What becomes so obvious while reading Sally Jenkins' extraordinary interview piece with Joe Paterno is that Paterno still doesn't fully comprehend his role in a scandal that still divides a university, that still creates more questions than answers.
Paterno provided his version of the truth to the veteran Washington Post columnist, one of the very best in our business. Jenkins doesn't suffer fools, liars or hypocrites gladly.
Her description of Paterno sitting in a wheelchair, his voice soft and raspy, "like wind blowing across a field of winter stalks," is haunting. The image of the 85-year-old JoePa, his hands tremoring as he sipped a soft drink, is jarring. The thought of him wearing a wig -- a concession to the chemotherapy and radiation treatments for his lung cancer -- is heartbreaking.
His body has been ravaged by age, by the cancer and by a broken pelvis. But after reading what he said to Jenkins -- and what he didn't say to her -- I also wonder about the condition of his soul.
When asked by Jenkins why, when told in 2002 that former Penn State assistant coach Jerry Sandusky had been seen in a shower at the PSU football facility fondling a young boy, he reported it to school officials and then became inert on the issue, Paterno said:
"I didn't know exactly how to handle it and I was afraid to do something that might jeopardize what the university procedure was. So I backed away and turned it over to some other people, people I thought would have a little more expertise than I did. It didn't work out that way."
Backed away or turned his back?
Deep down, I think Paterno knows he was informed of a profound wrong and that he chose ignorance and the convenience of bureaucracy over an inconvenient and horrific truth.
This is a man who tried to dictate his own resignation terms to the school's board of trustees. This is a man who, according to a former Penn State vice president of student affairs, regularly challenged and interfered with her oversight role of the school's disciplinary process.
Last November, Vicky Triponey told USA Today that Paterno exerted pressure on her in cases involving Nittany Lions football players. During one such investigation, Triponey said Paterno instructed his players not to cooperate with the school's office of student conduct.
So now you have to take a Paterno leap of faith. He didn't want to jeopardize university procedure on the case involving his longtime assistant -- that's his story. But, according to Triponey, he regularly did so on disciplinary inquiries involving his players.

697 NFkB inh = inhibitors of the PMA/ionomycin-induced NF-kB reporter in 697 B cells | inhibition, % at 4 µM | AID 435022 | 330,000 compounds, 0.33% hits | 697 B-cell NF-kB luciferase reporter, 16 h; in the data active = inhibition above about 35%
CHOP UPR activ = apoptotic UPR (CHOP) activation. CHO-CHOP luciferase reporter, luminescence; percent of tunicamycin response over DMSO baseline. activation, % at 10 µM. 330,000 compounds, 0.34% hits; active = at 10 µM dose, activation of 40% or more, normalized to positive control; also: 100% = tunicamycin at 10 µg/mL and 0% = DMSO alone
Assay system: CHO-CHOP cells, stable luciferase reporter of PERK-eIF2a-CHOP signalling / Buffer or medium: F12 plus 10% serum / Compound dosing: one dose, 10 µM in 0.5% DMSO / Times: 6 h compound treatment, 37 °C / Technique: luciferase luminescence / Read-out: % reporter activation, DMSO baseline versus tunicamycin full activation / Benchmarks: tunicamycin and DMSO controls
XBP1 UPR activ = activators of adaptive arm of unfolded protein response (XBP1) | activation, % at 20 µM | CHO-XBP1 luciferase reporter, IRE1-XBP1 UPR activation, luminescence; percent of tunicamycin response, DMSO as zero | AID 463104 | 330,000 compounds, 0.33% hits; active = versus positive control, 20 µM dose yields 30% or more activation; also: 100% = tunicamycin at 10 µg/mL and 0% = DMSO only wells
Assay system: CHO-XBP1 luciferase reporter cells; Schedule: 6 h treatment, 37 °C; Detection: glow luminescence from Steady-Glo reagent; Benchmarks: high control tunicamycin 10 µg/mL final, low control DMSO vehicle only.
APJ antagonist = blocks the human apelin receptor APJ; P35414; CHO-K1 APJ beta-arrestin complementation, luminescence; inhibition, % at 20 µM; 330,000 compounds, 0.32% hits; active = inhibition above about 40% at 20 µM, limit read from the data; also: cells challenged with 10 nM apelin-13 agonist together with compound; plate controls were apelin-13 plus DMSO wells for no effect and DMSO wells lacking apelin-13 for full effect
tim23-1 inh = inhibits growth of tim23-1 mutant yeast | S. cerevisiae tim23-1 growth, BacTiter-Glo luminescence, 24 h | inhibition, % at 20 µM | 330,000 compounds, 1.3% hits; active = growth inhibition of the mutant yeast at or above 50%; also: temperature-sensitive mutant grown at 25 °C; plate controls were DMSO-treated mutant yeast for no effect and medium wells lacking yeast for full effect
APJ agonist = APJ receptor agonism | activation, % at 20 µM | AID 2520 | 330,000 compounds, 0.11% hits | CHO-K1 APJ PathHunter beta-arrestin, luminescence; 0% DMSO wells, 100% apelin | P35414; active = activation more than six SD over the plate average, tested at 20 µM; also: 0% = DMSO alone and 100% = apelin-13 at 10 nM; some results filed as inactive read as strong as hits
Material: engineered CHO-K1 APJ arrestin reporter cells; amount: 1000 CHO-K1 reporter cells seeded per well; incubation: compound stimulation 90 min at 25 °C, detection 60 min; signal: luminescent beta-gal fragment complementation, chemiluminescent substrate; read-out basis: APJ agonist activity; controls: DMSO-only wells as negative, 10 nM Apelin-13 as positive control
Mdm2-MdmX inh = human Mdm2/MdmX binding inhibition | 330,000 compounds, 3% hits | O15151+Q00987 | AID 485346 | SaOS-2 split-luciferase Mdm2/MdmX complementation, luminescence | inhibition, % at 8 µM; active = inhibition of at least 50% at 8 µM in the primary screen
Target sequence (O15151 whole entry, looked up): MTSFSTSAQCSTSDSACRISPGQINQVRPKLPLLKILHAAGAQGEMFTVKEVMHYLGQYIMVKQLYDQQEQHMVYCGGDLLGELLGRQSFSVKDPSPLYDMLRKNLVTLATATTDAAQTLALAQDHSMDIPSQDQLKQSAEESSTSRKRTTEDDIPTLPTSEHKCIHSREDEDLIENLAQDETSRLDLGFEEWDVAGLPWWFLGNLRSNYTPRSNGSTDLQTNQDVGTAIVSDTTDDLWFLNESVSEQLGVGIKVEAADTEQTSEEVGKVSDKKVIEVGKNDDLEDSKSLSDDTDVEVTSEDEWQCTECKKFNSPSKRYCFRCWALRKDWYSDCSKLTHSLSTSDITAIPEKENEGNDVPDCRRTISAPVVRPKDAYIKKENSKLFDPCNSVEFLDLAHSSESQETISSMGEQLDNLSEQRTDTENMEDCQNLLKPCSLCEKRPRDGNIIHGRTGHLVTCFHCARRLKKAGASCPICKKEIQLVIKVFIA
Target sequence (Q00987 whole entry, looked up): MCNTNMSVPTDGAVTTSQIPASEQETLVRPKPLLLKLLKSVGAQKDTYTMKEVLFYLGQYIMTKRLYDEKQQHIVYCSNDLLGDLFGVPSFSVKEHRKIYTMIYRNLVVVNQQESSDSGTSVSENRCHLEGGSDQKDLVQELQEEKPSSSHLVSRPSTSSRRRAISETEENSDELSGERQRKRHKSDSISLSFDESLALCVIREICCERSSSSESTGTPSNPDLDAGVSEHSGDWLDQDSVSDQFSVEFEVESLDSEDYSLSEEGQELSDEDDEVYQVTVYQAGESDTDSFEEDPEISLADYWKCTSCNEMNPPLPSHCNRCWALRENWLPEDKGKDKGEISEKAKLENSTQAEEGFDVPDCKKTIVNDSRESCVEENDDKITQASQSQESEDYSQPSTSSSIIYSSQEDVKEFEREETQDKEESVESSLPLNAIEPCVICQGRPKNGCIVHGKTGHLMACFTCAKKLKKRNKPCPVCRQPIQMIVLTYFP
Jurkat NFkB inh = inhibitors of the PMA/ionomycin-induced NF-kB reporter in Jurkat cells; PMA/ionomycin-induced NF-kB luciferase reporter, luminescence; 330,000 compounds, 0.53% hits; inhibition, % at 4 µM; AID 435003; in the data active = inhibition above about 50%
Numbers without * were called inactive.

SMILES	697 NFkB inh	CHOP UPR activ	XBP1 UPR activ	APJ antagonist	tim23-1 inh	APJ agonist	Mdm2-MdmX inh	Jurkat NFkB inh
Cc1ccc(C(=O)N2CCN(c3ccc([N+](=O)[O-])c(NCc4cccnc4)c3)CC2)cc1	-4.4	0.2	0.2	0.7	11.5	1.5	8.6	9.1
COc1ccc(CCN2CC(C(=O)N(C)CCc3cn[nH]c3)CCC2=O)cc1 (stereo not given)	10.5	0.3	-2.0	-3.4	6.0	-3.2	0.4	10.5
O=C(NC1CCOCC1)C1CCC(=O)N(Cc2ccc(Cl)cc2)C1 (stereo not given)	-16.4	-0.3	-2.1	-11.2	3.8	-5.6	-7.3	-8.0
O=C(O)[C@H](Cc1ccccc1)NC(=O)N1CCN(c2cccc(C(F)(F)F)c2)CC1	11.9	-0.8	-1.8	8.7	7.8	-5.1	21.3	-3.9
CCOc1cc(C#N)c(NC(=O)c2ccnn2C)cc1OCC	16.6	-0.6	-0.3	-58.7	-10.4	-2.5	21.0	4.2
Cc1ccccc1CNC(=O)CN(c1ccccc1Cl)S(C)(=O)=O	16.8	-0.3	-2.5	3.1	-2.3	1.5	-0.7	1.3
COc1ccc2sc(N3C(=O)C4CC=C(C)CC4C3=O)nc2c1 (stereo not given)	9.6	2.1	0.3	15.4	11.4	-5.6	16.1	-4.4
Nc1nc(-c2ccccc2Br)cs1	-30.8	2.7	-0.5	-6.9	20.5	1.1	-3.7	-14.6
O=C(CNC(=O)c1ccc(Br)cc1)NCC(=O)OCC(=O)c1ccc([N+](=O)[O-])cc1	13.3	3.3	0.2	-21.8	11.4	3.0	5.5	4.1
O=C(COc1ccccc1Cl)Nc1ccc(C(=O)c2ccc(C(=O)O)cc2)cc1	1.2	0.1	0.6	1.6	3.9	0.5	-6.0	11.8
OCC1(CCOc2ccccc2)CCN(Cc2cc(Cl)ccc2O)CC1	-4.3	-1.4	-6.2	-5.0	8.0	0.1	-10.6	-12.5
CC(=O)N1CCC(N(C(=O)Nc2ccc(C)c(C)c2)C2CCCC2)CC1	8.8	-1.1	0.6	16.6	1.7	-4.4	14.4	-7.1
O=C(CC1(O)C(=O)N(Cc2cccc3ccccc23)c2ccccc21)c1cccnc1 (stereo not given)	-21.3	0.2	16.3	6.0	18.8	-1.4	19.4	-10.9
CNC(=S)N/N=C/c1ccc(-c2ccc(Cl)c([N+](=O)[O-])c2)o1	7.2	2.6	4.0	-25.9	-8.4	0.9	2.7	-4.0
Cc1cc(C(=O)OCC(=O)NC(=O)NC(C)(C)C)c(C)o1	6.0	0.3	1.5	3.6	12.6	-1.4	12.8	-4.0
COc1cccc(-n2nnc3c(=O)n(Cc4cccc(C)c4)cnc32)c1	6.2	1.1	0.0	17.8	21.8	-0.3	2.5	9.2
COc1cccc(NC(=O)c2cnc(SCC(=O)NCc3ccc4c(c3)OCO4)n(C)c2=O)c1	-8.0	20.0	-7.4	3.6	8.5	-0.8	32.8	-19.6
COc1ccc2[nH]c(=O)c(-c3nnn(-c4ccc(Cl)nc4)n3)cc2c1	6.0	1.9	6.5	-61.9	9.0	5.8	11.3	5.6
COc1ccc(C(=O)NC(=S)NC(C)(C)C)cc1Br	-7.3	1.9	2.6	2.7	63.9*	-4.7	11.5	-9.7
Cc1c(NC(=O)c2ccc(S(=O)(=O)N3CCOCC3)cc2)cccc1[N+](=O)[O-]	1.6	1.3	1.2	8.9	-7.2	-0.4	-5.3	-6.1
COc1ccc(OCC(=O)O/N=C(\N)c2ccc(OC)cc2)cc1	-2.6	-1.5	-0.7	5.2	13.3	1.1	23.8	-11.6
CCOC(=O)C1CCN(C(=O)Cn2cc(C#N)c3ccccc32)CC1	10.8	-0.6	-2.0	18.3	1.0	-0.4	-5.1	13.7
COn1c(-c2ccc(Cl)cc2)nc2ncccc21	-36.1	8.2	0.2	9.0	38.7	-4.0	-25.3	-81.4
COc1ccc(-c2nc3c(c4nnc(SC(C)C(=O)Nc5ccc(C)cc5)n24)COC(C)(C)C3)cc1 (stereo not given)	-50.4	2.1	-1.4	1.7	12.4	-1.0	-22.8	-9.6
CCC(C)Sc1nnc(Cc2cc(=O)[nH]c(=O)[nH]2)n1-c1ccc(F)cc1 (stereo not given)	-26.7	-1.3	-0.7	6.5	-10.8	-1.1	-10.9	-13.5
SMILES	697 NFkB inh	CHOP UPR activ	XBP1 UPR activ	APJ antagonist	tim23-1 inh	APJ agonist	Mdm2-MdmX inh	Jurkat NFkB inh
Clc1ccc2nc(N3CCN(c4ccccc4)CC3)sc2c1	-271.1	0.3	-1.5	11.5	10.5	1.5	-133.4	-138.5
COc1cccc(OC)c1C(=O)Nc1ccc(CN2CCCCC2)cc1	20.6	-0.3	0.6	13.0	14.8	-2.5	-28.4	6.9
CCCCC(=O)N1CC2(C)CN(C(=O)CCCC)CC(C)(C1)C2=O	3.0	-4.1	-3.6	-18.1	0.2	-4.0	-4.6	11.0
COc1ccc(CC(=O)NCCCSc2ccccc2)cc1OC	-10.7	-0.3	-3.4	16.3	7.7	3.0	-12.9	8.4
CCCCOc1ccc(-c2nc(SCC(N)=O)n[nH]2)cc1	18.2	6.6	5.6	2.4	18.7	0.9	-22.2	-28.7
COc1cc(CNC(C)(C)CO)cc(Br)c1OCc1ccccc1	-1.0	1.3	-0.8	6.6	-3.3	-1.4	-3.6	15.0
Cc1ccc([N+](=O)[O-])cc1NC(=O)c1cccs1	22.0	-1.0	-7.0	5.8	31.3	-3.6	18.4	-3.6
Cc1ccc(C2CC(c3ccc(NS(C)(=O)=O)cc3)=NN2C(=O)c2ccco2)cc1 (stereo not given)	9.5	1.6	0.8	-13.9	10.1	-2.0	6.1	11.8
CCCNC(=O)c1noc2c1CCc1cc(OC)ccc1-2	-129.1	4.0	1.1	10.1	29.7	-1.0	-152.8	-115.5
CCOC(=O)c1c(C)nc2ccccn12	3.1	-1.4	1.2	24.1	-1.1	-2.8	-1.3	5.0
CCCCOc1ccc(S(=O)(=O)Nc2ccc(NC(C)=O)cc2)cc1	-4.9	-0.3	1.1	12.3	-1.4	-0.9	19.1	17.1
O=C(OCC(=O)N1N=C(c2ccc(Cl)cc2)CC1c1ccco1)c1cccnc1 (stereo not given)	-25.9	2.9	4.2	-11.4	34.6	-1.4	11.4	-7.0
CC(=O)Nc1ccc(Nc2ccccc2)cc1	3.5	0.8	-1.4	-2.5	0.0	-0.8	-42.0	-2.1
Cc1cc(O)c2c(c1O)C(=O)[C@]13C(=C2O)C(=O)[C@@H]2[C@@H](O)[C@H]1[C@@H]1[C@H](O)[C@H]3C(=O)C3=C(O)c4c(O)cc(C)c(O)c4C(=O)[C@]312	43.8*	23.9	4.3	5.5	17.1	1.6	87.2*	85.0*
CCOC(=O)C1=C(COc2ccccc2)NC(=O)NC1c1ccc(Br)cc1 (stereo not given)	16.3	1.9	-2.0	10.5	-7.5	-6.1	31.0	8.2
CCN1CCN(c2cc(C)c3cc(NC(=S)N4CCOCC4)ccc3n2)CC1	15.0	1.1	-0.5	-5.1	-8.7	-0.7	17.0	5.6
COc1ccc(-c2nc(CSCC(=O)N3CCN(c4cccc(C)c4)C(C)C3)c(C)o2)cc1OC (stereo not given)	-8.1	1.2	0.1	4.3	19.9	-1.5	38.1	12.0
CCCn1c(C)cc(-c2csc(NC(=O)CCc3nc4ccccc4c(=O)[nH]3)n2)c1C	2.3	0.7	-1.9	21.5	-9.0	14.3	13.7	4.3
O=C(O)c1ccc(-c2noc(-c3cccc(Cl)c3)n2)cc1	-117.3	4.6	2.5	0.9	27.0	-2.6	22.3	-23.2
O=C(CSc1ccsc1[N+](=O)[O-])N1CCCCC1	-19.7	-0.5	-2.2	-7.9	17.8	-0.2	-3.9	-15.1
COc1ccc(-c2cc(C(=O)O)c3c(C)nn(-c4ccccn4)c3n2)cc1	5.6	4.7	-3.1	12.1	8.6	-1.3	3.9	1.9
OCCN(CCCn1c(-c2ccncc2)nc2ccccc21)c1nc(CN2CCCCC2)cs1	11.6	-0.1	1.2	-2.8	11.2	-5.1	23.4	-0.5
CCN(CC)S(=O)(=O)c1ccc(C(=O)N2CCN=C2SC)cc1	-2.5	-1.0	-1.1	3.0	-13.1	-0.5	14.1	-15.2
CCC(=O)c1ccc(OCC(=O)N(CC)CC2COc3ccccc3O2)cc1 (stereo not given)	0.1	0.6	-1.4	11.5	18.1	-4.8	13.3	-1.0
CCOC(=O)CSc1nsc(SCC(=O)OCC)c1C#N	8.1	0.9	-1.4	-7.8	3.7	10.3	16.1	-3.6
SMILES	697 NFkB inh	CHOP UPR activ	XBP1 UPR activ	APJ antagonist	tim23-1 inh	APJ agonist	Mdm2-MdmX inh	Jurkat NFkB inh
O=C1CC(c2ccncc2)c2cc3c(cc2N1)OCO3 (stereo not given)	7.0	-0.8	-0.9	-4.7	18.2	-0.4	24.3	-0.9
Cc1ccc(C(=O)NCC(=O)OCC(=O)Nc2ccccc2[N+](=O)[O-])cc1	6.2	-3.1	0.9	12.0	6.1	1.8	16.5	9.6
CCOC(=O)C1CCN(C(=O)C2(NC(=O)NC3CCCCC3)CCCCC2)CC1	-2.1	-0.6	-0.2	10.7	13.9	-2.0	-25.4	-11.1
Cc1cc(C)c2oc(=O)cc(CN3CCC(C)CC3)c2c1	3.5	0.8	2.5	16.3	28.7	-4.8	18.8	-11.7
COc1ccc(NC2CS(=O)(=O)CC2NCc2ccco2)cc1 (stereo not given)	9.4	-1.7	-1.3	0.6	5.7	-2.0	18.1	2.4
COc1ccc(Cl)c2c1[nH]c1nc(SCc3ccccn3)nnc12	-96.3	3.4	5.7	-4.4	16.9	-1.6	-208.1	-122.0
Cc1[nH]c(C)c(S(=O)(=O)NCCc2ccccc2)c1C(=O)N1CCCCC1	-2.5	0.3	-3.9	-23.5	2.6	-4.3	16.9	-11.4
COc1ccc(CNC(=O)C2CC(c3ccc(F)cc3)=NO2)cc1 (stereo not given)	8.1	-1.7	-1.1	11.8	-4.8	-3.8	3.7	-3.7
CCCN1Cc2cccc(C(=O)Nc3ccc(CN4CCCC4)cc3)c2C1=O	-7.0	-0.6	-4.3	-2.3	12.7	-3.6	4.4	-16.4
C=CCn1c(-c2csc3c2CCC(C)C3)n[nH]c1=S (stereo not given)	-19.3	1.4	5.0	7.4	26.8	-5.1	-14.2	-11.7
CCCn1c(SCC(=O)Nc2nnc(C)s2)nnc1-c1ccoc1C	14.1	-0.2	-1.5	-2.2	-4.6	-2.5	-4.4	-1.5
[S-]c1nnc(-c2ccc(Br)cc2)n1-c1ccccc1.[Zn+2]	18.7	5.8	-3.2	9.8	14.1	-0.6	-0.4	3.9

Paterno's explanation feels disingenuous, as thin as a sheet of typing paper.
He told Jenkins of a 1999 conversation he had with Sandusky, in which he informed the Penn State assistant that he wouldn't succeed Paterno as head coach:
"I said, you know, Jerry, you want to be head coach, you can't do as much as you're doing with the other operation [Sandusky's Second Mile charity]. I said this job takes so much detail, and for you to think you can go off and get involved in fundraising and a lot of things like that I said you can't do both, that's basically what I told him."
And this, when describing his coaching philosophy: "My thing was play as hard as you can, don't be stupid, pay attention to details, and have enough guts in the clutch that you're not afraid to make a play. Some things I thought were important for a young man to know."
And for an old man, too.
Paterno didn't follow his own advice. For someone so obsessed with detail, he failed to fully recognize the impact of those 2002 Sandusky allegations. Either that, or he chose to ignore them.
Guts? He showed the bare minimum. He didn't report the allegations to police. He showed a perfunctory interest in the disposition of the in-house investigation (such as it was) involving one of his former coaches, in his football facility and on his watch.
Paterno should listen to himself. Better yet, he should ask himself this: If a player had offered Paterno the same excuses and justifications, what would he have told that player?
I do believe Paterno when he tells Jenkins that such allegations of child sexual abuse were beyond his comprehension, "because I never heard of, of, rape and a man. So I just did what I thought was best. I talked to people that I thought would be, if there was a problem, that would be following up on it."
But did he think a college athletic director (PSU's Tim Curley) and a career Penn State bureaucrat with no formal law enforcement training (Gary Schultz, who oversaw, among other departments, the university police force) would have any more insight?
Paterno conducted the interview surrounded by his family and monitored by his lawyer and a communications adviser. He wanted to defend his considerable legacy at Penn State -- the vast philanthropy, the industry-defining graduation rates, the most victories in major college football history.
But there remains little defense for his decision not to do more after passing along the Sandusky allegations to Curley and Schultz. But at least he did something, unlike others up and down the Sandusky timeline.
I've read the Paterno interview a half dozen times. To me, he sounds like a man wracked by illness and by an affliction even more painful.
A guilty heart.
Gene Wojciechowski is the senior national columnist for ESPN.com. You can contact him at firstname.lastname@example.org. Hear Gene's podcasts and ESPN Radio appearances by clicking here. And don't forget to follow him on Twitter @GenoEspn.